6 totally gross health treatments

The sickest remedies to cure what ails you
© Women's Health // © Women's Health

Talk about stomach-turning: Last week, a study from the New England Journal of Medicine found that transplanting excrement from a healthy person into the gut of someone with an intestinal infection cured the infection more successfully than antibiotics did. As disgusting as a fecal transplant sounds, it’s not the only appalling medical remedy some experts currently recommend to cure certain ailments. Check out these six below—you won’t believe the seemingly effective things some docs suggest you put inside your body.

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1 of 8 Man making puzzled expression (© Darren Rogers/Getty Images)

Yogurt to cure a yeast infection

Yogurt contains Lactobacillus acidophilus, a type of bacteria naturally found in healthy vaginas. Snagging yogurt’s body benefit, however, isn’t as simple as snacking on a cup of the fruity stuff. To ease and even cure the killer itching and burning, Mary Jane Minkin, M.D., clinical professor of Ob-Gyn at Yale University School of Medicine, suggests inserting a dab or two of plain, unsweetened yogurt containing live cultures inside the vagina just as you would insert drugstore-bought anti-yeast cream. This introduces the healthy bacteria on site where it can kill yeast more effectively.

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2 of 8 Bowl of yogurt (© Chris Gramly/Getty Images)

Hemorrhoid cream for reducing under-eye circles

Hemorrhoid creams soothe and shrink delicate rectal tissues by constricting blood vessels. Put a little under your eyes, and some dermatologists say it’ll work the same way, de-puffing eye bags and getting rid of dark circles around the thin skin of your under-eye area. That said, this is a home remedy that hinges on whether you can handle the smell, as hemorrhoid cream doesn’t exactly have the most fragrant odor.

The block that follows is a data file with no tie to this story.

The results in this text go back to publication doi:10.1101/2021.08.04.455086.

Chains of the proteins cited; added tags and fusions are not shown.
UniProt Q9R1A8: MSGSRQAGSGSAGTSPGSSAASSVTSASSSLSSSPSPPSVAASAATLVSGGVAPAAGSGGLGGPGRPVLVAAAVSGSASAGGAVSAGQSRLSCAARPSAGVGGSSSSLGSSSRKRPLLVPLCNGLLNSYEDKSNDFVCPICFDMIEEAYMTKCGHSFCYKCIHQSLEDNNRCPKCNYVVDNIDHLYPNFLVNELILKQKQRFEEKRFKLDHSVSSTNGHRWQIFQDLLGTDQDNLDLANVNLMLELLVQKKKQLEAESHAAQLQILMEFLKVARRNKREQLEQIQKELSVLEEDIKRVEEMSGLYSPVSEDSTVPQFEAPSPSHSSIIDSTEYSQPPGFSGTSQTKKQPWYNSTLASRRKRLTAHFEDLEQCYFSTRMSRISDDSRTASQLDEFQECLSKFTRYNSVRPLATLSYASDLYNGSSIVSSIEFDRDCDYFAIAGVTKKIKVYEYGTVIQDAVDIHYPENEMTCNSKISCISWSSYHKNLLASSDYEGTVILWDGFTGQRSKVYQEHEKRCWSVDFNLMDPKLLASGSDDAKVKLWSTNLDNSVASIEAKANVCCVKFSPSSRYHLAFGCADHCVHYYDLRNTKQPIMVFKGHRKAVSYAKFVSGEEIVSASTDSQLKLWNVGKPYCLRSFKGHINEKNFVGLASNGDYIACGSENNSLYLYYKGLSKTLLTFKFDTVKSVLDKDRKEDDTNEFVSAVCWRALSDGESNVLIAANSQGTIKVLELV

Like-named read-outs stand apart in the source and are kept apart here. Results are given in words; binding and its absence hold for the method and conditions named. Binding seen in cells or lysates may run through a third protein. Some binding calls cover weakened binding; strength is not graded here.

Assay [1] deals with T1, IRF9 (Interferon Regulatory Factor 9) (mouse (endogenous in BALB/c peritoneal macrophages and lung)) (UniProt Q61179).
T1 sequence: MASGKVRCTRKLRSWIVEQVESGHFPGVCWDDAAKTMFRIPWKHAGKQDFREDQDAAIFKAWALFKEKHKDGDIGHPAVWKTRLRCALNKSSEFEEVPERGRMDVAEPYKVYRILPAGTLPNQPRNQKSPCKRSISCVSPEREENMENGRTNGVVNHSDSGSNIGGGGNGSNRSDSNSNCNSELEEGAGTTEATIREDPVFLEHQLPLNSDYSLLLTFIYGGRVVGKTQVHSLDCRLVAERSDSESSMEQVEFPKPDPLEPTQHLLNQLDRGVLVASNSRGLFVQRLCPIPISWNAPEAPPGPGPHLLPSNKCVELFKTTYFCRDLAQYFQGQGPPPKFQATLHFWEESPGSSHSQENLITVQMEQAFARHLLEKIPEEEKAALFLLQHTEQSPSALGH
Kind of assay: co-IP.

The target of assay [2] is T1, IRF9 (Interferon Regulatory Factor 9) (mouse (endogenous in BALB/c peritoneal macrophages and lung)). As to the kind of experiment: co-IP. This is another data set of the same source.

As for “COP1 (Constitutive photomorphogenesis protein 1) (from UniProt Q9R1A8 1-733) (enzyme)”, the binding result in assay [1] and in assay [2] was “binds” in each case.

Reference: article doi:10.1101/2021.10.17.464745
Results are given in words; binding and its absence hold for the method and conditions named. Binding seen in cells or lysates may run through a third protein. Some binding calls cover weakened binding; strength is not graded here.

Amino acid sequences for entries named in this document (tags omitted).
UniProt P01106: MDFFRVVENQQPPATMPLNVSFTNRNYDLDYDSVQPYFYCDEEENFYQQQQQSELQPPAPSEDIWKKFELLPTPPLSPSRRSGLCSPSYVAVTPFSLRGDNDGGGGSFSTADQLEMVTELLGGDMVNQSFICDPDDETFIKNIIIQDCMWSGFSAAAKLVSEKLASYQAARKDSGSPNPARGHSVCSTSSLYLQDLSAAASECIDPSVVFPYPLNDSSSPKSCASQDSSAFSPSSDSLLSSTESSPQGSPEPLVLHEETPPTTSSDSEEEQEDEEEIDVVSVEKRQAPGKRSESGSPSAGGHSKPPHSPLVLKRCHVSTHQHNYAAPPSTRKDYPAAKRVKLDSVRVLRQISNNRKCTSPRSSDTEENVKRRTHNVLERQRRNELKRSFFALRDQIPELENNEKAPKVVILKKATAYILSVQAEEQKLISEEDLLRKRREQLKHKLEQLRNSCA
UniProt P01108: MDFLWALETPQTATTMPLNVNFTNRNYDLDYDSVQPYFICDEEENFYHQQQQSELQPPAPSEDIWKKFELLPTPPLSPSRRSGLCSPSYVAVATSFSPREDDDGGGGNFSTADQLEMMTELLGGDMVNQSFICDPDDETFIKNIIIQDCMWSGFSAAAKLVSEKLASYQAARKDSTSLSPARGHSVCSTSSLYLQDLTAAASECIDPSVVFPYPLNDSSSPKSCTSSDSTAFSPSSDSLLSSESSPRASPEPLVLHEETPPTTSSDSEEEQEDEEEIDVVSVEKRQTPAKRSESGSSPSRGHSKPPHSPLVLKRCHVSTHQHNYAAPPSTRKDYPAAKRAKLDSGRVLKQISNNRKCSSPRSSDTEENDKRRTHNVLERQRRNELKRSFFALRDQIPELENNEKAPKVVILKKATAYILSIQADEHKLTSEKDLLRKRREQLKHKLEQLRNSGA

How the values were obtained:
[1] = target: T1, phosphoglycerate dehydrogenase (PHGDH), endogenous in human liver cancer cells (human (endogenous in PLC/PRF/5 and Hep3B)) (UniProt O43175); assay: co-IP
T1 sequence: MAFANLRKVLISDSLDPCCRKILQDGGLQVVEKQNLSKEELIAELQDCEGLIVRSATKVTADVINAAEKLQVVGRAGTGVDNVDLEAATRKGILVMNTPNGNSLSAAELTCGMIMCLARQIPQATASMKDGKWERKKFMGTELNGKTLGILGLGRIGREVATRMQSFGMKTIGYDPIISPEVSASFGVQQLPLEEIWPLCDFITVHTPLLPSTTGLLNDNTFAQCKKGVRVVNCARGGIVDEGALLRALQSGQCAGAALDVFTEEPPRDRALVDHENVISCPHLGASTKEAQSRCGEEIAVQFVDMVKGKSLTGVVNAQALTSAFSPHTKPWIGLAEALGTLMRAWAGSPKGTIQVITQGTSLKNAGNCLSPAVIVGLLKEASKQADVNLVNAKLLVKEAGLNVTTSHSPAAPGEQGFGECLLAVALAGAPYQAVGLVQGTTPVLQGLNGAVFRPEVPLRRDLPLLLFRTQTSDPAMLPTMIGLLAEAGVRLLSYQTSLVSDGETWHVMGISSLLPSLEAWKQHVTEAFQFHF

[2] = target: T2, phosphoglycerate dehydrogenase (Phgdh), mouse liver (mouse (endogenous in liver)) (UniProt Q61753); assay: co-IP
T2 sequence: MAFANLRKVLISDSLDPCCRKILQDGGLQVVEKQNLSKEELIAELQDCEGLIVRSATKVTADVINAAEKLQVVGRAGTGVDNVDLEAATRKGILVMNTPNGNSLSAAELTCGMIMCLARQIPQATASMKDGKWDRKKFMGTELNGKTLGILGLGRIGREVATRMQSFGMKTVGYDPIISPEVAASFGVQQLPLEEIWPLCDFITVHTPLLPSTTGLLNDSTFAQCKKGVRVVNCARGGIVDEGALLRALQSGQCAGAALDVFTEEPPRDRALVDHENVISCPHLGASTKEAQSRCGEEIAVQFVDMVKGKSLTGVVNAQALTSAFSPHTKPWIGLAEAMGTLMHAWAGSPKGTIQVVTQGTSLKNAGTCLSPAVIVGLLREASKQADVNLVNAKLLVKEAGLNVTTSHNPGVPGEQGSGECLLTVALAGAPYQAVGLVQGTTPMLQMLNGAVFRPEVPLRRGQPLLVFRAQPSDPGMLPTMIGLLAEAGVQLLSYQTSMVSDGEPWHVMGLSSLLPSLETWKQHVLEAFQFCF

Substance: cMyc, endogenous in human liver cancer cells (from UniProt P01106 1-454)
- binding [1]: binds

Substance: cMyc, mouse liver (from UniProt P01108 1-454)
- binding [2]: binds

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3 of 8 Woman with eye cream (© Image Source/Getty Images)

Maggots to heal a wound

This ancient remedy has experienced a resurgence in modern hospitals in the past decade, according to an article in the March 2009 issue of the Journal of Diabetes Science and Technology. That’s thanks in part to the rise of antibiotic-resistant bacteria finding their way into bed sores, post-surgical wounds, and foot ulcers commonly found in diabetics. How it works: Doctors place creepy, crawly fly larvae onto a patient’s wound. Immediately the squirmy maggots start feeding on bacteria-laden tissue, clearing it out and allowing healthy tissue to grow in.

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4 of 8 Maggot therapy (© Louise Murray/Alamy)

Leeches for dissolving blood clots

It’s another old-school cure that modern docs are bringing back, CBS News reported last year. Leeches are slimy, eel-like critters usually found in lakes, where they attach themselves to a host and feed by leeching blood through your skin. To treat a blood clot or boost blood circulation in an injured body part, MDs might put one of these blood suckers on the skin for 15 or so minutes, where they bust clots and reestablish optimum blood flow. The FDA approved the sale of leeches for medicinal purposes in 2004, so at least docs don’t have to wade through ponds to find them.

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5 of 8 Medical leech in hands of doctor (© Tatyana Sokolova/Getty Images)

Horse urine for hot flashes

Short-term hormone-replacement therapy has helped many women deal with the discomfort of menopausal symptoms such as hot flashes. But the hormones in one type of HRT, known by the brand name Premarin, come from a pretty icky source: horse urine, specifically that of a pregnant mare, who produces excess estrogen in her urine.

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6 of 8 Horse (© Javier Canale /Getty Images)

Chia seeds to score nutrients

These are the gritty, unappetizing little seeds that when mixed with water and slathered on a terra cotta figure sprout into a green ‘fro of hair. Now they’re a trendy superfood, with nutritionists touting their high levels of antioxidants, omega-3 fatty acids, and fiber, according to an article in The New York Times. Native to Central and South America, the seeds are finding their way into stir-frys, cereal, juices, even cookies.

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7 of 8 Whole Chia seeds (© Kristin Duvall/Getty Images)